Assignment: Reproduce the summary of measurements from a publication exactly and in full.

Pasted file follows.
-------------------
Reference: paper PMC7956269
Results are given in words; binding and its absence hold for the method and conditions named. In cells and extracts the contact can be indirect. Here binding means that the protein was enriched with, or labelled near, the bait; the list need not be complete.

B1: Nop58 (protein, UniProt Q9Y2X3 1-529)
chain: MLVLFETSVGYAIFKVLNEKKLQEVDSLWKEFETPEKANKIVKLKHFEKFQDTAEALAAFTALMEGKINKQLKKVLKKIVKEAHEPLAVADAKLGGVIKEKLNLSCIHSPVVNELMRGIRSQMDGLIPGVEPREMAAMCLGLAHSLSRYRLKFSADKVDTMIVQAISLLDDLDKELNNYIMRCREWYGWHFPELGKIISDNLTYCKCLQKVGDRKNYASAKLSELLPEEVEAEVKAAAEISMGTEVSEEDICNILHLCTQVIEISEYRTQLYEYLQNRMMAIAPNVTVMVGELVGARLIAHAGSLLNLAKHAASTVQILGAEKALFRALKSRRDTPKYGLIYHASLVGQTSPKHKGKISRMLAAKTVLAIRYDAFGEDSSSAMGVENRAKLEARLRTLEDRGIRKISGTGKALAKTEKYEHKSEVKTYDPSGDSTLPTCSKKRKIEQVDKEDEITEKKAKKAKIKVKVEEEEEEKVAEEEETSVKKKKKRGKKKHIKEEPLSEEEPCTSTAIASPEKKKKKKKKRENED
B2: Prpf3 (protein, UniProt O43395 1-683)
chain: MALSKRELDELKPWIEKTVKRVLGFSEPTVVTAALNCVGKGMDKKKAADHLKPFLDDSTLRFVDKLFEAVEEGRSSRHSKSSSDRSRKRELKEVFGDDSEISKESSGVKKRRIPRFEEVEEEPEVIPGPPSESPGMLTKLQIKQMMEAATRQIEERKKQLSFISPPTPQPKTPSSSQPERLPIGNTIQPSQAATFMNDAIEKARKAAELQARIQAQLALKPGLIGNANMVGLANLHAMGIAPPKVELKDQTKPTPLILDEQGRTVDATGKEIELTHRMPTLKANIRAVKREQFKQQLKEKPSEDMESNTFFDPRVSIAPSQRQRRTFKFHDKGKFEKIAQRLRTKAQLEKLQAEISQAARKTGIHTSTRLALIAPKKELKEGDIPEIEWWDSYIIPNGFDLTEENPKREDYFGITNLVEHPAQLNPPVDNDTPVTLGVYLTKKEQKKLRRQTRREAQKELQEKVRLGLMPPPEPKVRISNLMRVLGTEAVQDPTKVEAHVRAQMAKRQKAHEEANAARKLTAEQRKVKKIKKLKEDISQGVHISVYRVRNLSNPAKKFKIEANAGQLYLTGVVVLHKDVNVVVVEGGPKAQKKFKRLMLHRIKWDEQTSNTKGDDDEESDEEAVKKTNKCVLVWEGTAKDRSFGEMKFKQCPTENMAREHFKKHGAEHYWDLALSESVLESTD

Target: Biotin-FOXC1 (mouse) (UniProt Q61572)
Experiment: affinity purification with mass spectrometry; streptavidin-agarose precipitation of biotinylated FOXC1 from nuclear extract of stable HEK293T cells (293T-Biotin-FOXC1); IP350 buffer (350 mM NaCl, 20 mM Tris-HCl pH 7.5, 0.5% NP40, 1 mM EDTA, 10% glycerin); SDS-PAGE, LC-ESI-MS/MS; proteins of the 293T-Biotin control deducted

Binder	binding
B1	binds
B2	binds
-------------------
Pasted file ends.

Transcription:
Reference: paper PMC7956269
Results are given in words; binding and its absence hold for the method and conditions named. In cells and extracts the contact can be indirect. Here binding means that the protein was enriched with, or labelled near, the bait; the list need not be complete.

B1: Nop58 (protein, UniProt Q9Y2X3 1-529)
chain: MLVLFETSVGYAIFKVLNEKKLQEVDSLWKEFETPEKANKIVKLKHFEKFQDTAEALAAFTALMEGKINKQLKKVLKKIVKEAHEPLAVADAKLGGVIKEKLNLSCIHSPVVNELMRGIRSQMDGLIPGVEPREMAAMCLGLAHSLSRYRLKFSADKVDTMIVQAISLLDDLDKELNNYIMRCREWYGWHFPELGKIISDNLTYCKCLQKVGDRKNYASAKLSELLPEEVEAEVKAAAEISMGTEVSEEDICNILHLCTQVIEISEYRTQLYEYLQNRMMAIAPNVTVMVGELVGARLIAHAGSLLNLAKHAASTVQILGAEKALFRALKSRRDTPKYGLIYHASLVGQTSPKHKGKISRMLAAKTVLAIRYDAFGEDSSSAMGVENRAKLEARLRTLEDRGIRKISGTGKALAKTEKYEHKSEVKTYDPSGDSTLPTCSKKRKIEQVDKEDEITEKKAKKAKIKVKVEEEEEEKVAEEEETSVKKKKKRGKKKHIKEEPLSEEEPCTSTAIASPEKKKKKKKKRENED
B2: Prpf3 (protein, UniProt O43395 1-683)
chain: MALSKRELDELKPWIEKTVKRVLGFSEPTVVTAALNCVGKGMDKKKAADHLKPFLDDSTLRFVDKLFEAVEEGRSSRHSKSSSDRSRKRELKEVFGDDSEISKESSGVKKRRIPRFEEVEEEPEVIPGPPSESPGMLTKLQIKQMMEAATRQIEERKKQLSFISPPTPQPKTPSSSQPERLPIGNTIQPSQAATFMNDAIEKARKAAELQARIQAQLALKPGLIGNANMVGLANLHAMGIAPPKVELKDQTKPTPLILDEQGRTVDATGKEIELTHRMPTLKANIRAVKREQFKQQLKEKPSEDMESNTFFDPRVSIAPSQRQRRTFKFHDKGKFEKIAQRLRTKAQLEKLQAEISQAARKTGIHTSTRLALIAPKKELKEGDIPEIEWWDSYIIPNGFDLTEENPKREDYFGITNLVEHPAQLNPPVDNDTPVTLGVYLTKKEQKKLRRQTRREAQKELQEKVRLGLMPPPEPKVRISNLMRVLGTEAVQDPTKVEAHVRAQMAKRQKAHEEANAARKLTAEQRKVKKIKKLKEDISQGVHISVYRVRNLSNPAKKFKIEANAGQLYLTGVVVLHKDVNVVVVEGGPKAQKKFKRLMLHRIKWDEQTSNTKGDDDEESDEEAVKKTNKCVLVWEGTAKDRSFGEMKFKQCPTENMAREHFKKHGAEHYWDLALSESVLESTD

Target: Biotin-FOXC1 (mouse) (UniProt Q61572)
Experiment: affinity purification with mass spectrometry; streptavidin-agarose precipitation of biotinylated FOXC1 from nuclear extract of stable HEK293T cells (293T-Biotin-FOXC1); IP350 buffer (350 mM NaCl, 20 mM Tris-HCl pH 7.5, 0.5% NP40, 1 mM EDTA, 10% glycerin); SDS-PAGE, LC-ESI-MS/MS; proteins of the 293T-Biotin control deducted

Binder	binding
B1	binds
B2	binds